Classical and Contemporary Mythic Identities: Construction of the Literary Imagination

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This volume develops recent critical work on myth, as well as alluding to seminal if superseded works in the field. The collection explores ways in which this dynamic mythmaking process has taken place — and continues to take place — in contemporary art and thought.


“The contributors to this volume exhibit a flair for demonstrating how our most recurrent narratives, while frequently being used to vindicate a given sense of collective identity, cannot help but provide a glimpse of another way of inhabiting the earth. . . .[this] collection of essays will inspire other scholars to explore this territory with the same spirit of informed enquiry.” – Dr. Laurence Coupe, Manchester Metropolitan University

“Walking into the cave of Lascaux, passing torchlight would shimmer to cast the run of beasts in flight into a living, cinematic tableau. These prehistoric cave paintings were shifting everyday hunting scenes toward the realm of myth. [This work] suggests, perhaps appropriately, that 21st century audiences like our prehistoric ancestors are likely to find our myths represented outside of the confines of a book. While the book’s chapters are strong at delineating literary and scholarly precedent, significant focus is placed on visual representation be it in film, painting, TV or performance mode – and indeed murals, paintings cast onto walls.” – Prof. Martin Goodman, University of Hull

Table of Contents

Foreword Laurence Coupe
Introduction Amina Alyal and Paul Hardwick
1. David W. Marshall, ‘Here Be Dragons: The Persistence of Dragon Myths in the Creation Debate’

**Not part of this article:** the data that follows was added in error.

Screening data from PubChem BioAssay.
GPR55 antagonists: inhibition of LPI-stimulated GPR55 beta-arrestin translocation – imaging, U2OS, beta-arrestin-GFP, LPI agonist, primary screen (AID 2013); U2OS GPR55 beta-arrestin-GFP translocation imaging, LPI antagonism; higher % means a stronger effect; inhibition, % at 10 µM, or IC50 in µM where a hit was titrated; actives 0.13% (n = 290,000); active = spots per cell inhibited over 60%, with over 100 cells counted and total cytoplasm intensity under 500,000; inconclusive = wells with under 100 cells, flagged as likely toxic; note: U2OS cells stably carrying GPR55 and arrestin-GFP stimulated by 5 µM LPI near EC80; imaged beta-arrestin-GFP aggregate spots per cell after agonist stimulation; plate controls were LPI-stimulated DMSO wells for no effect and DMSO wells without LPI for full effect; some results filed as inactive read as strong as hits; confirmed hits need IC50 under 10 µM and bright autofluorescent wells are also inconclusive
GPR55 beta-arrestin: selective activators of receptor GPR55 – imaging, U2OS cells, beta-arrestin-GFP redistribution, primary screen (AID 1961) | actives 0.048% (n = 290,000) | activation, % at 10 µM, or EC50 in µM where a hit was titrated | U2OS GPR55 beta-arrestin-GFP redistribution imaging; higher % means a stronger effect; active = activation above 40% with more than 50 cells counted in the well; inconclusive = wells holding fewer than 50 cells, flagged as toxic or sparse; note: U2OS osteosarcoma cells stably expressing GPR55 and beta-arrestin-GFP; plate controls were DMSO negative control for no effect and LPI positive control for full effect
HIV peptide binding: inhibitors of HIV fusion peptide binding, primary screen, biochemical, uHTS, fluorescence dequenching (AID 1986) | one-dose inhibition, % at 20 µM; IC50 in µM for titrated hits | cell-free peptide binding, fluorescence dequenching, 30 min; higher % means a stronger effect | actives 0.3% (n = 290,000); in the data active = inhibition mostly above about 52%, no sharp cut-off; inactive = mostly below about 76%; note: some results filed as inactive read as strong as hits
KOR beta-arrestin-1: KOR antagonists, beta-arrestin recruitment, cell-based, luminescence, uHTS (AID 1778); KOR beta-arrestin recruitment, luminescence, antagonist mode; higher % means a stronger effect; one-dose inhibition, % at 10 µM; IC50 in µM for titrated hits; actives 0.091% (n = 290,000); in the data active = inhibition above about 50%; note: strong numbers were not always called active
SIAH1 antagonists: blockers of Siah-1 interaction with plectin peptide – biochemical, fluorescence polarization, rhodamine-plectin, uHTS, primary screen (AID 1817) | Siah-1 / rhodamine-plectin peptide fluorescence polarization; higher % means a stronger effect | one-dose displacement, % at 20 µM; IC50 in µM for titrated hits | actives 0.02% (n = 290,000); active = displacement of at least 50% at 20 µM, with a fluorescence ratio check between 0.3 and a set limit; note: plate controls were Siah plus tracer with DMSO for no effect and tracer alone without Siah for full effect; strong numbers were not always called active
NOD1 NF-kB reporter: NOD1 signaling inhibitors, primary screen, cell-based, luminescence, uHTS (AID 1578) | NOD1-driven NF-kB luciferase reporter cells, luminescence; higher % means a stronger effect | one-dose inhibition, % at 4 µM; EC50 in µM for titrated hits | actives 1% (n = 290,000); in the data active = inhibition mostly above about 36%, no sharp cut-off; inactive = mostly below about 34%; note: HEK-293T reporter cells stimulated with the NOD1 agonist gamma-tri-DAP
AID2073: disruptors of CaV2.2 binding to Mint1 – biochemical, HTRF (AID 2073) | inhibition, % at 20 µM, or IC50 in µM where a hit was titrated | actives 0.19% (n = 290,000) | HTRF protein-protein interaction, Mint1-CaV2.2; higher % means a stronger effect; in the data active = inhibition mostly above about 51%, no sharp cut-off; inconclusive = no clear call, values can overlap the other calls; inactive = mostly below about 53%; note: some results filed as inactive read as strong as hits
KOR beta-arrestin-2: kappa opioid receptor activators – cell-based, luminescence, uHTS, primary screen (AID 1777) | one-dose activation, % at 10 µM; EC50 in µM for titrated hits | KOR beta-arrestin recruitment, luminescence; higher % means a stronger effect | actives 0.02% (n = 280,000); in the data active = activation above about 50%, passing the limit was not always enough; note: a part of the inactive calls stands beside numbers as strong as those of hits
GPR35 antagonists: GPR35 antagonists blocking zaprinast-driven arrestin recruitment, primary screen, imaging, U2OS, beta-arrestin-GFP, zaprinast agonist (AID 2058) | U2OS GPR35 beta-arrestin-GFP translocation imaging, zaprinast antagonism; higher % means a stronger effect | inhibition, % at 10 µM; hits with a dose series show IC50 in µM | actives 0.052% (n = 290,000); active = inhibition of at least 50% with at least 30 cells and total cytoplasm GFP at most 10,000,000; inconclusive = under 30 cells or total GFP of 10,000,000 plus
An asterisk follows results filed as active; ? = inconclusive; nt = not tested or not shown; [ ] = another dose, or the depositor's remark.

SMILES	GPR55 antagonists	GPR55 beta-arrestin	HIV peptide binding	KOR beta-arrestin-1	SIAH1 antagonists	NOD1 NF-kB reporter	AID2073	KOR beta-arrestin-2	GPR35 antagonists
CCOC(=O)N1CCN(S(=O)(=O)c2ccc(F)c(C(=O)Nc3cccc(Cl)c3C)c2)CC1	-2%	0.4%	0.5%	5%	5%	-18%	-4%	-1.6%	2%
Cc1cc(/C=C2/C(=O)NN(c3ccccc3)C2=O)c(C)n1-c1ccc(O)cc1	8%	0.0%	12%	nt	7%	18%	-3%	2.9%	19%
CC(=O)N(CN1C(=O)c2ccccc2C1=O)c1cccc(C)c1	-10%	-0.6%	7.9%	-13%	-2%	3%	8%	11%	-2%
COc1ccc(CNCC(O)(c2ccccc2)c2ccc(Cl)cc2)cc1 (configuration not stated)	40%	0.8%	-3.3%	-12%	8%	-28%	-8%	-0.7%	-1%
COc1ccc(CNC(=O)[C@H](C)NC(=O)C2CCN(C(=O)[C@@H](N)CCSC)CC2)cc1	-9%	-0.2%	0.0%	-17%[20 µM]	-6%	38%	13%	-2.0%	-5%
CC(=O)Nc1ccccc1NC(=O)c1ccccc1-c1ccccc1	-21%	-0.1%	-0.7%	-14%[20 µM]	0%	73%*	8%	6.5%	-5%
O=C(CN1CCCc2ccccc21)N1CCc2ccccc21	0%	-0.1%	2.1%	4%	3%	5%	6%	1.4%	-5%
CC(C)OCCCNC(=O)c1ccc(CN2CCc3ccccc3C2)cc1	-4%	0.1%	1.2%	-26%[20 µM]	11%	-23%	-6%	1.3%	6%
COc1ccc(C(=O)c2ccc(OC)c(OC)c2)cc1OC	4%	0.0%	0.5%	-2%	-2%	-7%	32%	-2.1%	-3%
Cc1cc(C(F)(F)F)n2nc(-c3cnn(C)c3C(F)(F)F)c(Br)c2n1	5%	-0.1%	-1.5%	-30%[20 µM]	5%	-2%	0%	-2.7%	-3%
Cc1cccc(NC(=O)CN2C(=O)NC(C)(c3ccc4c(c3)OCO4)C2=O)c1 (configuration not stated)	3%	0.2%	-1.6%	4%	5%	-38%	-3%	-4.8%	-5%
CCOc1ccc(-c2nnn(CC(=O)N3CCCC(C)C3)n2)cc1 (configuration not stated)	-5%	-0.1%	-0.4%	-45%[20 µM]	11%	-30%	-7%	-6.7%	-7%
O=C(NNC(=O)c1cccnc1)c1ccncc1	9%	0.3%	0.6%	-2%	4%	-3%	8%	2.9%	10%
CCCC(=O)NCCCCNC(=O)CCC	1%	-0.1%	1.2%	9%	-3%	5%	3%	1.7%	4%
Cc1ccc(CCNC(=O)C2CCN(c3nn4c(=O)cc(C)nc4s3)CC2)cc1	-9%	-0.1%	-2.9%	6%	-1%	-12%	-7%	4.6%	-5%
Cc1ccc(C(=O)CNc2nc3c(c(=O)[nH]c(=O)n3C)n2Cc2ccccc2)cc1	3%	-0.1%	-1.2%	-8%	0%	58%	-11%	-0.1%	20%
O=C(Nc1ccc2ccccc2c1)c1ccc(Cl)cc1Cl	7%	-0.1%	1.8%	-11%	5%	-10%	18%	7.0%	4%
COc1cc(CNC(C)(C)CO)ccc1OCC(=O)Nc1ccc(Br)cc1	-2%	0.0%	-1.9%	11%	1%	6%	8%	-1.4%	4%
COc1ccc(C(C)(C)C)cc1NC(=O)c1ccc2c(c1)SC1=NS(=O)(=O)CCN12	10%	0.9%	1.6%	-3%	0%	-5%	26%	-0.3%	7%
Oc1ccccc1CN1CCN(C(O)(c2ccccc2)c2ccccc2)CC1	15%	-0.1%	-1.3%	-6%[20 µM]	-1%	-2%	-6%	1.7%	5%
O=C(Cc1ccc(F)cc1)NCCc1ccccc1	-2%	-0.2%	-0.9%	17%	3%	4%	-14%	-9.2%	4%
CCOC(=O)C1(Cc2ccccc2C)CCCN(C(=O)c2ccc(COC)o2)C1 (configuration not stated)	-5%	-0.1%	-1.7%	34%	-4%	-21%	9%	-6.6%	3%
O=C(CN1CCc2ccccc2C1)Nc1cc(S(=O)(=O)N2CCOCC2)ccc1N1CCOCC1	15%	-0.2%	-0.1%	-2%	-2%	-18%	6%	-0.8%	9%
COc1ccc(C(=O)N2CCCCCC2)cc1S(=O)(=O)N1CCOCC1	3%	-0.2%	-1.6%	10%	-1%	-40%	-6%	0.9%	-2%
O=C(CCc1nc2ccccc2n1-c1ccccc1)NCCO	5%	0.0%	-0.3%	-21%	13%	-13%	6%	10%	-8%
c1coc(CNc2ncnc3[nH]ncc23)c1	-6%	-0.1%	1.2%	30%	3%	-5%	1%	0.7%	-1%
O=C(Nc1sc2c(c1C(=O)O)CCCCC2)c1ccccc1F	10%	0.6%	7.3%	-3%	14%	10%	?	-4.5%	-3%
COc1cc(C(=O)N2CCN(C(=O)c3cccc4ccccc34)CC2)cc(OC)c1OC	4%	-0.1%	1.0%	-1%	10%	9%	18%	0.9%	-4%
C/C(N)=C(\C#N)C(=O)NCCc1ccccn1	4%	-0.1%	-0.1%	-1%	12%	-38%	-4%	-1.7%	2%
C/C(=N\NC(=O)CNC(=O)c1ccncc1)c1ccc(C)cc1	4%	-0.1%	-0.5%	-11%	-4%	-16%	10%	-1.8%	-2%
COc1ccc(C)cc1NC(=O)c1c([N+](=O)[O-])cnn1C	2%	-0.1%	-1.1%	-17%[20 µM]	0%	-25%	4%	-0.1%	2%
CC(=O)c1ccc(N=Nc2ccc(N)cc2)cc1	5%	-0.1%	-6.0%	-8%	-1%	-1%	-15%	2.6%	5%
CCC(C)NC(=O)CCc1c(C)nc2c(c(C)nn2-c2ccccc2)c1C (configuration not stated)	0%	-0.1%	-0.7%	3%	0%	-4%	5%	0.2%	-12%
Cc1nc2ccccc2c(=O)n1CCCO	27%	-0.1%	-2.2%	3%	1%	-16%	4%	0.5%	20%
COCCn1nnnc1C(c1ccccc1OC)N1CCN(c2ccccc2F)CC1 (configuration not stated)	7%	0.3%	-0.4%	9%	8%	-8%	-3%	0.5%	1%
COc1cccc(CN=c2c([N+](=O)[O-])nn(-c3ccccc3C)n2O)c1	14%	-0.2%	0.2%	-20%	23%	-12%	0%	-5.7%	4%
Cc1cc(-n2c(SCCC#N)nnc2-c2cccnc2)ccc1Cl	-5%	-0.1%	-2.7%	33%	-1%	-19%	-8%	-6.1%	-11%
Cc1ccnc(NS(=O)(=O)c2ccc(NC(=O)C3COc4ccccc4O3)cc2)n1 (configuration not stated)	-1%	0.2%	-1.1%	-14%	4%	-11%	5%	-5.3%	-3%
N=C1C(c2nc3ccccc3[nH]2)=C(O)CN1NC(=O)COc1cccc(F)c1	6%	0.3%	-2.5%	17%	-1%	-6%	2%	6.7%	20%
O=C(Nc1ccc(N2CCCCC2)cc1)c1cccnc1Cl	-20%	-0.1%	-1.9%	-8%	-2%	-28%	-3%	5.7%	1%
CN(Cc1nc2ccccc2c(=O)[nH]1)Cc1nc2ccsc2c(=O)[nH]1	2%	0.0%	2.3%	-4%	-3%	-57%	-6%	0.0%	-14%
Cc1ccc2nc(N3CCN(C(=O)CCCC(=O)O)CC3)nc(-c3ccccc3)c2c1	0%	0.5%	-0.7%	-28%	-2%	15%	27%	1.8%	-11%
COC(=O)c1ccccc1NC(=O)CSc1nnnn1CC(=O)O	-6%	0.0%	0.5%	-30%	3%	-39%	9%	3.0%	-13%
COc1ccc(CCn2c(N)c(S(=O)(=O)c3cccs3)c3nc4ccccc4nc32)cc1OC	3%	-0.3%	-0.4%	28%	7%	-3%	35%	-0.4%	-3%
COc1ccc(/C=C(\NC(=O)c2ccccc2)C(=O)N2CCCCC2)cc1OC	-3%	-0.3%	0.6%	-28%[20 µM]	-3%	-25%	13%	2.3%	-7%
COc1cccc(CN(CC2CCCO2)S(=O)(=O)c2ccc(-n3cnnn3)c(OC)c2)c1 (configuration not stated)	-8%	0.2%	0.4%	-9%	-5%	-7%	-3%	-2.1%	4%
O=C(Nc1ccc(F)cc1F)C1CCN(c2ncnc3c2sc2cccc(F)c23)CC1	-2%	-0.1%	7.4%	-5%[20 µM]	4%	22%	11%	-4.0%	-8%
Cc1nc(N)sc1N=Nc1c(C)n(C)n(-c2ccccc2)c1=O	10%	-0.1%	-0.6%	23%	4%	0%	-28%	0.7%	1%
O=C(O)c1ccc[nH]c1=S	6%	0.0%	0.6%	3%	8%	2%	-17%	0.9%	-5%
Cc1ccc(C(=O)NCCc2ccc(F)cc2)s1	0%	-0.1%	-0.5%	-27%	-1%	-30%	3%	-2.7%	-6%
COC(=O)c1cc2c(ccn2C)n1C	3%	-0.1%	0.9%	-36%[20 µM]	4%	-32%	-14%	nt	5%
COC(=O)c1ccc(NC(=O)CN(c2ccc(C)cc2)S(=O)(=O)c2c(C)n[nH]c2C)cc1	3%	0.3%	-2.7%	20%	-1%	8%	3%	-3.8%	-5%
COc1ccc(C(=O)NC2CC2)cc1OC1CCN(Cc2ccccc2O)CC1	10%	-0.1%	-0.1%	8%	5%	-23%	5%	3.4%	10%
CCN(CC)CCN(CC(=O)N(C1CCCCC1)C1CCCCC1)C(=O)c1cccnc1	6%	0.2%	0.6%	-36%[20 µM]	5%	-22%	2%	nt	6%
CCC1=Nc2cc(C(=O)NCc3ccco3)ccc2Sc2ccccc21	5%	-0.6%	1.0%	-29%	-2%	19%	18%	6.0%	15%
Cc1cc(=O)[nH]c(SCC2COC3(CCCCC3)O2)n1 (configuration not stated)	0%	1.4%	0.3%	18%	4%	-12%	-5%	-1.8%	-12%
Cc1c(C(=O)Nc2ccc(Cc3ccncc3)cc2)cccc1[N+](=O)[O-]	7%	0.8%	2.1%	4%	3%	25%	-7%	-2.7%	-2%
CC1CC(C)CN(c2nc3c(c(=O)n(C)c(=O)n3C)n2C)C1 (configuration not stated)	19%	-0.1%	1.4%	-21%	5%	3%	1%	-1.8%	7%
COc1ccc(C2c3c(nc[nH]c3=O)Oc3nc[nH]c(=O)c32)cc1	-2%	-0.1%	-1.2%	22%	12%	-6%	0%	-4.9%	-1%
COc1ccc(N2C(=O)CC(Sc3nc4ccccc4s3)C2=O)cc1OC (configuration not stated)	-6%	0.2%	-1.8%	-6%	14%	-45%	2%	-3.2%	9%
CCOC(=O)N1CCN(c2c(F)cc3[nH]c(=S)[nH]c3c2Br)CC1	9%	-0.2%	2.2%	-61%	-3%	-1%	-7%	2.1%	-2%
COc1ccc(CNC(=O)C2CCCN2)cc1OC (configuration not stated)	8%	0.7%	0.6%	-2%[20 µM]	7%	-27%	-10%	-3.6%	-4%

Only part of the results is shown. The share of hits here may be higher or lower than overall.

2. John Poulter, ‘Ireland’s Hero? Enlisting Cú Chulain in the Construction of Conflicting Myths of Nation in Ireland’
3. Paul Hardwick, ‘Shouting the Darkness: Tregeagle and the Cornwall of the Mind’
4. Maggie Roux, ‘Confronting Ismene: An Exploration of Transformational Archetypal Energies through the Myths of the Ancestors in Pan’s Labyrinth, Once Were Warriors, and Whale Rider
5. Amanda Potter, ‘Unpacking Pandora’s Box: The Redemption of an Ancient Anti-heroine for a Twenty-first Century Audience in US TV Series Xena Warrior Princess and Charmed
6. Susan J. Wolfe and Roberta N. Rude, ‘Galatea as Transformation, Commodity and Simulacrum in Contemporary Anglophone Films’
7. Cliff Forshaw, ‘“Of shapes transformed to bodies strange”: Metamorphic Forms and Personae in Poems from Page to Performance’
8. Scott Freer, ‘The Hobo as Mythic Hero in Bob Dylan’s Lyrics’
10. Benjamin Earl, ‘Casino Royale and the Ian Fleming Myth: Naturalising Authorship and Originality as Cultural Value’
11. Tim Leadbeater, World within a World: The Conspiracy Theory and Monomyth

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